An American professor caught in Sun Peaks during the isolation phase of the pandemic has released a book on the impacts of COVID-19 on the travel sector called Covid-19 and Travel Impacts, Responses, and Outcomes.
COVID-19 has devastated the travel sector, but there’s much to learn about how the tourism industry reacted and best practices moving forward, according to a new book authored by a professor who lived in Sun Peaks during the initial phase of the pandemic. COVID-19 and Travel Impacts, Responses and Outcomes covers why the pandemic and travel were inextricably linked, how the different sectors of the industry reacted to the crisis, leadership and communication strategies, and the social, economic and environmental impacts of the pandemic as they relate to travel.
Simon Hudson, a South Carolina tourism professor, was living in Sun Peaks during the start of isolation and the resort’s closure, and his book features a chapter on North American ski resorts closing over a weekend in March 2020.
“It was kind of eerie walking around with closed signs everywhere, everyone weary of each other,” Hudson said. “There’s obviously worse places to be stuck in lockdown but it was strange the first couple of weeks.”
It was apparent early on to Hudson that the tourism industry was going to be significantly affected by the pandemic so he began documenting what was happening around him. In a few short weeks, he had a book contract.
The pandemic caused major travel restrictions limiting the tourism industry with long-term implications as the rise of virtual and online technology began.
According to Hudson, as the industry continues to get back on its feet it may still see a continued decline in jobs due to the ongoing threats of future outbreaks, and anxiety around implemented travel restrictions and safety protocols.
Pre-pandemic, the tourism industry was increasing by five percent annually, said Hudson, making it one of the fastest growing industries in the world. It contributed 10 per cent of Canada’s gross domestic product (GDP).
Now, the pandemic is showing what a valuable role tourism plays in the overall economy.
“I’ve always felt we haven’t taken the industry seriously enough,” Hudson said. “I think what this crisis has shown is that tourism is significant to many, many economies all over the world but also it is fragile and it needs to be funded. It needs to be more resilient and it needs to be supported.”
Hudson also discussed the trickle-down effect impacting other industries.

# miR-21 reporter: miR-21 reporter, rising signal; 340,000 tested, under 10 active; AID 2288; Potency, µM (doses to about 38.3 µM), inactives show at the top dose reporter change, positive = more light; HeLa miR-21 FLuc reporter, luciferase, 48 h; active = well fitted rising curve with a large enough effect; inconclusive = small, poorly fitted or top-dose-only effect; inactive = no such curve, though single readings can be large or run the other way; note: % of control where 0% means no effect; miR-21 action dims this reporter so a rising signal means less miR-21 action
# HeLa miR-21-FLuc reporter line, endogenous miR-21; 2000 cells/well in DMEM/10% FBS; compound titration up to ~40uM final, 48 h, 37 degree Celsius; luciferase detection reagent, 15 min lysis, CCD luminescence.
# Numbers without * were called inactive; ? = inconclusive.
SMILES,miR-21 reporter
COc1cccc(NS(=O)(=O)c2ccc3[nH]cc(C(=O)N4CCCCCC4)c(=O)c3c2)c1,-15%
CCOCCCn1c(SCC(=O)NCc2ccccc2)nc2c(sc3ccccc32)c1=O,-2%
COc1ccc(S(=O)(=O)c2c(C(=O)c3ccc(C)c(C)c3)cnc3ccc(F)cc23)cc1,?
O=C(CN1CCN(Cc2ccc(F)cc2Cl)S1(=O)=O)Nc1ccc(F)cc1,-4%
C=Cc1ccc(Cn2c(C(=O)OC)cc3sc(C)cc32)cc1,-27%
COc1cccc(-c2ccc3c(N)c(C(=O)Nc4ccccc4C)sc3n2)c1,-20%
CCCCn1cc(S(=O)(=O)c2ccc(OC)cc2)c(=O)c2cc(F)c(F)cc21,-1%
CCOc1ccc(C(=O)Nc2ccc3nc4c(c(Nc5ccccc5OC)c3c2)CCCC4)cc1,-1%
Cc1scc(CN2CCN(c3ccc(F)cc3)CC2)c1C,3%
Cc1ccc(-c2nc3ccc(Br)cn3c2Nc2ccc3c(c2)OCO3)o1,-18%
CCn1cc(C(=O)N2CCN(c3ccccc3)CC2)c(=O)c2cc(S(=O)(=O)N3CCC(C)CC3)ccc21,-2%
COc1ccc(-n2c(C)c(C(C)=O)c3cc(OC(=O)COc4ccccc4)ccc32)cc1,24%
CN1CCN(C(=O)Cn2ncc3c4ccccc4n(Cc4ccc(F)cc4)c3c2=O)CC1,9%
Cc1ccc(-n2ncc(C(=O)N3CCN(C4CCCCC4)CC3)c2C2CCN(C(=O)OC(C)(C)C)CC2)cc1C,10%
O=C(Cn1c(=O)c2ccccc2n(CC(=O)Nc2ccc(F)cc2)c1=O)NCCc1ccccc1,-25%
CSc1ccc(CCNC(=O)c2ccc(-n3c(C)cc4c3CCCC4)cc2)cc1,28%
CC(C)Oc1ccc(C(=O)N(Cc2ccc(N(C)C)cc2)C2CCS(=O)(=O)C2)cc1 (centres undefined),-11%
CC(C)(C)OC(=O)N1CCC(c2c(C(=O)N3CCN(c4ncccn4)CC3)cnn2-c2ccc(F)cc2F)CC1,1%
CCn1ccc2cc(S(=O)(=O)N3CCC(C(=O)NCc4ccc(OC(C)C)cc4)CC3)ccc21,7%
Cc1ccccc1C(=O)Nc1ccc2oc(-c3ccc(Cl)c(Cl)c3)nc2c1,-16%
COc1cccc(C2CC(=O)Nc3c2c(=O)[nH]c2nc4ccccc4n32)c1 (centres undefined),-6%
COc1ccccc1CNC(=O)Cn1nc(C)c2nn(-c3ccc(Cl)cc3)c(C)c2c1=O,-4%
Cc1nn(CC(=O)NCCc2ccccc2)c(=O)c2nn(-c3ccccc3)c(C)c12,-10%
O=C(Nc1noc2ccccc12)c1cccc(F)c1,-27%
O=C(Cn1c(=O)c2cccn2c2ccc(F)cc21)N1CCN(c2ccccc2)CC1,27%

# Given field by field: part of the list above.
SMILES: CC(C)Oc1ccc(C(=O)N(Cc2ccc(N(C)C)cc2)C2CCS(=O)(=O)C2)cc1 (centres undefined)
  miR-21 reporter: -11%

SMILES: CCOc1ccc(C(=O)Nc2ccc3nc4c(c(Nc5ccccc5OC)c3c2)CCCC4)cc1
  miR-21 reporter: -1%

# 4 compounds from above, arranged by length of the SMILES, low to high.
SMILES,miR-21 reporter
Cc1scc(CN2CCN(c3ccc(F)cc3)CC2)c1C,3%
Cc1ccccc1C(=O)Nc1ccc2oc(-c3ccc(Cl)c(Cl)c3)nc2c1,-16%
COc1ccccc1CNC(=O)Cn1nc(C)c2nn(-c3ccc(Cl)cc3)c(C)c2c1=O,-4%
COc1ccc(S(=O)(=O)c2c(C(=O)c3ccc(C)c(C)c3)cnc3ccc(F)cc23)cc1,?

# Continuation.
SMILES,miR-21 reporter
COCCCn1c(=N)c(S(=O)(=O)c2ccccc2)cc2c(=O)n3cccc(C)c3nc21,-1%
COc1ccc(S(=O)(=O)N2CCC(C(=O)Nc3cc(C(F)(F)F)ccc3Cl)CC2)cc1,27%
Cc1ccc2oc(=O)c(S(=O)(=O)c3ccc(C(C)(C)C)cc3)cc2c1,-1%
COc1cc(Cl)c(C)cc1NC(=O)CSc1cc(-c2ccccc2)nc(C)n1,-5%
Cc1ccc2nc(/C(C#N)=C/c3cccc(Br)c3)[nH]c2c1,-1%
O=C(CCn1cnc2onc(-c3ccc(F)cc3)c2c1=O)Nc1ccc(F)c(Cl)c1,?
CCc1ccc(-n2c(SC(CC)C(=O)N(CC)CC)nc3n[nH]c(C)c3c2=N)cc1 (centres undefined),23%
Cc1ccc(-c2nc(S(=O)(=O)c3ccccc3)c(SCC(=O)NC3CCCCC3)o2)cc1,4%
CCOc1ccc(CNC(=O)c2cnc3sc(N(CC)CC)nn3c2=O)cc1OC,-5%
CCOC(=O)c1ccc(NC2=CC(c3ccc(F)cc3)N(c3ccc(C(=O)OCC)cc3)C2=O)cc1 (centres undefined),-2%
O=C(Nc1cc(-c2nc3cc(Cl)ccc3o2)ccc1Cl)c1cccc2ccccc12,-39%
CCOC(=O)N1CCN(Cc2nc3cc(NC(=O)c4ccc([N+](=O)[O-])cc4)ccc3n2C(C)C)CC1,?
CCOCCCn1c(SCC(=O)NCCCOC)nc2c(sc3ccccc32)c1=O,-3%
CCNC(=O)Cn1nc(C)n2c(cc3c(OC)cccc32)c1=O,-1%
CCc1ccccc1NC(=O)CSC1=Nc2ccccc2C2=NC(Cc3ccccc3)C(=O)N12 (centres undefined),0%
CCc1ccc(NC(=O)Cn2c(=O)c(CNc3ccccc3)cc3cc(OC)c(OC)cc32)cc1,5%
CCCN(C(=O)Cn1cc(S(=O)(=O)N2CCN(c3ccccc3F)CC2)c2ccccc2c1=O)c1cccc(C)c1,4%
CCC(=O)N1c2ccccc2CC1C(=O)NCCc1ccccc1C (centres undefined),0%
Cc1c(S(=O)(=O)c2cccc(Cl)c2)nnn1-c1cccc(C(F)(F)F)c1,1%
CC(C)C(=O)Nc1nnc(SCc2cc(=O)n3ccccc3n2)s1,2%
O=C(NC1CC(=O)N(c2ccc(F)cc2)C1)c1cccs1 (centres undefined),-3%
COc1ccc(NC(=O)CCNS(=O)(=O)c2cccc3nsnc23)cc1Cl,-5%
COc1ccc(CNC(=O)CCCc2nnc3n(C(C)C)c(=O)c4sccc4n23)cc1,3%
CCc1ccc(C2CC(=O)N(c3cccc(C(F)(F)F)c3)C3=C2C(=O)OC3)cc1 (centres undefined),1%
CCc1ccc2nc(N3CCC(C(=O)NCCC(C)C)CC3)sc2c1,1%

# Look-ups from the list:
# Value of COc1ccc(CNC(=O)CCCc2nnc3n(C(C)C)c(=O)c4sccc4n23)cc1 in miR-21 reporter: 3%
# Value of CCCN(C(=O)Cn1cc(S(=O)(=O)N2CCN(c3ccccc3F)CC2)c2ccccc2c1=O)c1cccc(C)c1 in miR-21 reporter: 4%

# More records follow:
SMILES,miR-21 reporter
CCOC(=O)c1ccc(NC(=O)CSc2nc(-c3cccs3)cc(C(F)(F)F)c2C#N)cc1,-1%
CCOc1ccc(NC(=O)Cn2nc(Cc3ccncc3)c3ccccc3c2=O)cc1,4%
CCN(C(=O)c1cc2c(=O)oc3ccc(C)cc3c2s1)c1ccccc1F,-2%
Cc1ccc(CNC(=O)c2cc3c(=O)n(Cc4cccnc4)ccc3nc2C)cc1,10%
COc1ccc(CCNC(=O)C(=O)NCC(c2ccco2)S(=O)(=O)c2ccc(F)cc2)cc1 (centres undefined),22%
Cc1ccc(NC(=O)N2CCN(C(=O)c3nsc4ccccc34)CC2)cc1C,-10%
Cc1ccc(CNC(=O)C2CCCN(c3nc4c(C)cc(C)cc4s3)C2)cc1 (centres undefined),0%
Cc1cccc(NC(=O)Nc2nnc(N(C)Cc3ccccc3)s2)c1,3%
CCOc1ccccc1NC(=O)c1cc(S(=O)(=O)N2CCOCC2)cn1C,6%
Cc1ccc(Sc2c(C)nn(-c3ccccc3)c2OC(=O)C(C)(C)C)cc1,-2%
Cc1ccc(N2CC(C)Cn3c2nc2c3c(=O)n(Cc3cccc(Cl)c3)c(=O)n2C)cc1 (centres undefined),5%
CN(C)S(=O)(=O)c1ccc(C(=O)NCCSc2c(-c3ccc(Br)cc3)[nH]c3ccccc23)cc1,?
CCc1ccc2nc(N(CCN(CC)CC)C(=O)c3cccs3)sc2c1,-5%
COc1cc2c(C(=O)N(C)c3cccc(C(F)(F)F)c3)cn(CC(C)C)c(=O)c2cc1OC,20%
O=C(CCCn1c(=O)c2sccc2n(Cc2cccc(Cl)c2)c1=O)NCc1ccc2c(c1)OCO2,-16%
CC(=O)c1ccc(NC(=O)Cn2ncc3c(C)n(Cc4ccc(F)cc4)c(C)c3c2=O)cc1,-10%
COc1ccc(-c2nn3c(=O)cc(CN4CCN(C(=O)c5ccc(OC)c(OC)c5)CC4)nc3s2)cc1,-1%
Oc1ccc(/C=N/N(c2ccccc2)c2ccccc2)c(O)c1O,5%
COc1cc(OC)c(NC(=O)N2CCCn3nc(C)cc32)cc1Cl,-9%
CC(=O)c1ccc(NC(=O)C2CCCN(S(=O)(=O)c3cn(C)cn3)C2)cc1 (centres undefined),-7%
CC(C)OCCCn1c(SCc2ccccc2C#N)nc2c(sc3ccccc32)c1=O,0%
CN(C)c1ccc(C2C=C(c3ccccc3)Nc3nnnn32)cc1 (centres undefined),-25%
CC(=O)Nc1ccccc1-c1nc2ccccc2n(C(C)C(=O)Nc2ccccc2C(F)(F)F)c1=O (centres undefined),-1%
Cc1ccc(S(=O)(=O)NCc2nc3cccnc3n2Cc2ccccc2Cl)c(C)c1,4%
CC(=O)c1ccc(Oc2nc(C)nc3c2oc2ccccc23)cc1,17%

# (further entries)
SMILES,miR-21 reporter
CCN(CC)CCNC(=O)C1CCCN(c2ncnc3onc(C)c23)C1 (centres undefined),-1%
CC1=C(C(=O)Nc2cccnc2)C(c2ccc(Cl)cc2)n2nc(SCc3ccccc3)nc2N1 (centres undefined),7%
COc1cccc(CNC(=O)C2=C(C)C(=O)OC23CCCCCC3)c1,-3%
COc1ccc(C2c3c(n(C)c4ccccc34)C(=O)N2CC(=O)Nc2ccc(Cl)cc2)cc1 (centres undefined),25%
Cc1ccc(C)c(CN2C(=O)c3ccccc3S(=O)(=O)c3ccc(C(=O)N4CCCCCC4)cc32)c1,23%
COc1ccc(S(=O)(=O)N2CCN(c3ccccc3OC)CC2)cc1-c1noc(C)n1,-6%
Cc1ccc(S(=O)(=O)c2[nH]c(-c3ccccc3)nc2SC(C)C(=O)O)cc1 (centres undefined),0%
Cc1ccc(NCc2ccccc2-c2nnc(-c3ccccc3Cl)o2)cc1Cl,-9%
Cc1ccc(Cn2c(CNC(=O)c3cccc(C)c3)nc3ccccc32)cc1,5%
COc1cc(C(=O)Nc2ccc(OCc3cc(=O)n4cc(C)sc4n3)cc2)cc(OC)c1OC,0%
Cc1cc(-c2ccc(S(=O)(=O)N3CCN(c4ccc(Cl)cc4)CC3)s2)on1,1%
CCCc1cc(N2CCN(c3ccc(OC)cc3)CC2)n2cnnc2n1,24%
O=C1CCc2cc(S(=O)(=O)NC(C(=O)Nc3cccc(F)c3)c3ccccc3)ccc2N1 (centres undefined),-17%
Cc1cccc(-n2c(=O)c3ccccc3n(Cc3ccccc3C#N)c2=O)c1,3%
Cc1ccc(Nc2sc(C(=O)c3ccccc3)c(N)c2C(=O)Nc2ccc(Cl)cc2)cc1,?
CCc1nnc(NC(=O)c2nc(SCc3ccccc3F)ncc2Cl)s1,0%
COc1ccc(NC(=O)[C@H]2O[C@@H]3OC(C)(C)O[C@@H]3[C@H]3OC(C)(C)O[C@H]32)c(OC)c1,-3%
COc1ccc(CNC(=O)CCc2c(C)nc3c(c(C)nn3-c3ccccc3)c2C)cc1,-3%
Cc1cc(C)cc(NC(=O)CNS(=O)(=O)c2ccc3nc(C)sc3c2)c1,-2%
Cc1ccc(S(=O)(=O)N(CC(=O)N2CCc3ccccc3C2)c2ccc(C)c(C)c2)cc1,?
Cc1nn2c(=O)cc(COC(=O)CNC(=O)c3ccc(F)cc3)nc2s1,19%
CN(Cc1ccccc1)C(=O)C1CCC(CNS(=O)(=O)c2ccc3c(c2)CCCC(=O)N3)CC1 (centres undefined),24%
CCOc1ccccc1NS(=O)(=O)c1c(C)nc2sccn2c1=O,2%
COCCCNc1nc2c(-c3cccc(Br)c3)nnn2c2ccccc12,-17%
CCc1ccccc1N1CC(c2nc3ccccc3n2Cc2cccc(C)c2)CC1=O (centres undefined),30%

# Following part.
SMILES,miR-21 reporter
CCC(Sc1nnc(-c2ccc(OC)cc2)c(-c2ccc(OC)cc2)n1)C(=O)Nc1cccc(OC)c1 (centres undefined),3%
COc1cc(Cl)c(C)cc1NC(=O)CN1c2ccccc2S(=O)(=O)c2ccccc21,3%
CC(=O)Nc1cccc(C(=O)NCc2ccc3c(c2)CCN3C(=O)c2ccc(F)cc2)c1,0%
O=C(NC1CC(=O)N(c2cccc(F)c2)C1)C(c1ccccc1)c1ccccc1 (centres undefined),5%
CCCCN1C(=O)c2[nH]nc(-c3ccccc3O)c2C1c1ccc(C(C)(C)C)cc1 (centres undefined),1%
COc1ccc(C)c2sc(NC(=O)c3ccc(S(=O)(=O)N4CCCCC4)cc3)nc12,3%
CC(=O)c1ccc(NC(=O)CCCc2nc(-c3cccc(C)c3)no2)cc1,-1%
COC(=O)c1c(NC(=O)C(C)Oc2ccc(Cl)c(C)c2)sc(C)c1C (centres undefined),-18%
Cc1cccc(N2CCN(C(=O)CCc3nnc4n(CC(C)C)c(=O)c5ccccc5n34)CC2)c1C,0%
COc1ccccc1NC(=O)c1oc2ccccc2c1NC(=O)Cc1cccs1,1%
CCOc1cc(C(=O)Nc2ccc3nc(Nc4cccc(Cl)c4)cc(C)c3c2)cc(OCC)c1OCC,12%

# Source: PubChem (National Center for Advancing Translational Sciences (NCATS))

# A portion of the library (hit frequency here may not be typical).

“We’ve heard the grumbling of residents saying, ‘We don’t want tourists!,’” he said. “Without realizing that many industries are interconnected and if one industry is affected, others will be too. Just because they’re not involved in the industry doesn’t mean they won’t be impacted. They will be impacted. It will impact their property price, it will impact the price of food, it will impact the general economy.”
Many sectors, like festivals and events, were hit hard, which Hudson said he believes will be longer in their recovery while business events and travel may never return to their previous levels as people have become more comfortable using technology and virtual conferences from the comforts of their homes.
Despite many businesses implementing proper safety precautions, some are still reluctant to go out and spend their money at restaurants, hotels, and other destinations due to safety concerns.
Hudson said he felt the smart business were those who kept the lines of communication open, instantly setting up COVID-19 news sections on their website and keeping guests informed.
“Those destinations that kept communicating, we’re seeing them come out of this a whole lot quicker.”
Hudson shared Vietnam as one of the leading destinations because of how they dealt with the virus. As they have recovered they’ve reopened for destination tourism.
“They have very strong leadership,” he said. “People did what they were told, and they’re going to be recovering a little quicker than others.”
In the future Hudson said he feels the travel sector will rebound with a focus on reassuring travellers regarding health and safety and technology playing a major role.
“We’re already looking at cameras in hotels that can instantly detect temperatures and that makes customers reassured. We’ve got apps now that set off a beeper if you’re too close to someone, monitoring the traffic around people for social distancing purposes.”
Hudson shared he believed people will continue to embrace and adapt to the use of technology despite concerns of technology overtaking jobs.
The book is available from Goodfellow Publishers in paperback, hardback and for download at www.goodfellowpublishers.com.